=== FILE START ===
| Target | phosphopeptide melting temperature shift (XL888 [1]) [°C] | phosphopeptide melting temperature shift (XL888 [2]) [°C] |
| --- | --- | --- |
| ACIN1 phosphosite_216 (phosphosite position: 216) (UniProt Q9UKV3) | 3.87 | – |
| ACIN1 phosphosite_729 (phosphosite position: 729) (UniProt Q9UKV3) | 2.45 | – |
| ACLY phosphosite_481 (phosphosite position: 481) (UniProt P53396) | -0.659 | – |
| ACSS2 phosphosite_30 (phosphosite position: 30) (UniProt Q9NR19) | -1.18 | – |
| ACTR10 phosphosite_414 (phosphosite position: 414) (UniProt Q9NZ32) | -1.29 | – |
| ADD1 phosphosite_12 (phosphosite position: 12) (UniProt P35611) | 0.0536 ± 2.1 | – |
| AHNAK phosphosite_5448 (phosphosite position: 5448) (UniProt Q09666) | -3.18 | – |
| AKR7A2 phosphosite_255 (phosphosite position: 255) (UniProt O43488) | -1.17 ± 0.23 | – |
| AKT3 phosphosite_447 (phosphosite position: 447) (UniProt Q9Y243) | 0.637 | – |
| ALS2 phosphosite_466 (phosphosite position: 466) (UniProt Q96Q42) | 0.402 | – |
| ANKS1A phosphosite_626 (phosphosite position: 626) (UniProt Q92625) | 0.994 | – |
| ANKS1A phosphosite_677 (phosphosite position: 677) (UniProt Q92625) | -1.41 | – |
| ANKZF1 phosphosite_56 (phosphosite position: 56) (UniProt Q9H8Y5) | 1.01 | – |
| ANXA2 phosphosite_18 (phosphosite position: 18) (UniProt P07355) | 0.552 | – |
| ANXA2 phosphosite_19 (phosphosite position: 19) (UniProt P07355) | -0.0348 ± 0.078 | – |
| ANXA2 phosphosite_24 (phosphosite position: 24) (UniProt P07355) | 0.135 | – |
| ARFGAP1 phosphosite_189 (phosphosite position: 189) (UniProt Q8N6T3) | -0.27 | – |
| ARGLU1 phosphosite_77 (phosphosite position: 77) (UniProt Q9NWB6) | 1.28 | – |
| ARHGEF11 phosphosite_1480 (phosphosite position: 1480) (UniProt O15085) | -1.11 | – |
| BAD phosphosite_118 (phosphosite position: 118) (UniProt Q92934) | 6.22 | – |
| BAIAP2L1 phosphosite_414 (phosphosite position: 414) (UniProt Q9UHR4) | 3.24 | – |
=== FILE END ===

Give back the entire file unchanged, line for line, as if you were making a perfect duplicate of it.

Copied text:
| Target | phosphopeptide melting temperature shift (XL888 [1]) [°C] | phosphopeptide melting temperature shift (XL888 [2]) [°C] |
| --- | --- | --- |
| ACIN1 phosphosite_216 (phosphosite position: 216) (UniProt Q9UKV3) | 3.87 | – |
| ACIN1 phosphosite_729 (phosphosite position: 729) (UniProt Q9UKV3) | 2.45 | – |
| ACLY phosphosite_481 (phosphosite position: 481) (UniProt P53396) | -0.659 | – |
| ACSS2 phosphosite_30 (phosphosite position: 30) (UniProt Q9NR19) | -1.18 | – |
| ACTR10 phosphosite_414 (phosphosite position: 414) (UniProt Q9NZ32) | -1.29 | – |
| ADD1 phosphosite_12 (phosphosite position: 12) (UniProt P35611) | 0.0536 ± 2.1 | – |
| AHNAK phosphosite_5448 (phosphosite position: 5448) (UniProt Q09666) | -3.18 | – |
| AKR7A2 phosphosite_255 (phosphosite position: 255) (UniProt O43488) | -1.17 ± 0.23 | – |
| AKT3 phosphosite_447 (phosphosite position: 447) (UniProt Q9Y243) | 0.637 | – |
| ALS2 phosphosite_466 (phosphosite position: 466) (UniProt Q96Q42) | 0.402 | – |
| ANKS1A phosphosite_626 (phosphosite position: 626) (UniProt Q92625) | 0.994 | – |
| ANKS1A phosphosite_677 (phosphosite position: 677) (UniProt Q92625) | -1.41 | – |
| ANKZF1 phosphosite_56 (phosphosite position: 56) (UniProt Q9H8Y5) | 1.01 | – |
| ANXA2 phosphosite_18 (phosphosite position: 18) (UniProt P07355) | 0.552 | – |
| ANXA2 phosphosite_19 (phosphosite position: 19) (UniProt P07355) | -0.0348 ± 0.078 | – |
| ANXA2 phosphosite_24 (phosphosite position: 24) (UniProt P07355) | 0.135 | – |
| ARFGAP1 phosphosite_189 (phosphosite position: 189) (UniProt Q8N6T3) | -0.27 | – |
| ARGLU1 phosphosite_77 (phosphosite position: 77) (UniProt Q9NWB6) | 1.28 | – |
| ARHGEF11 phosphosite_1480 (phosphosite position: 1480) (UniProt O15085) | -1.11 | – |
| BAD phosphosite_118 (phosphosite position: 118) (UniProt Q92934) | 6.22 | – |
| BAIAP2L1 phosphosite_414 (phosphosite position: 414) (UniProt Q9UHR4) | 3.24 | – |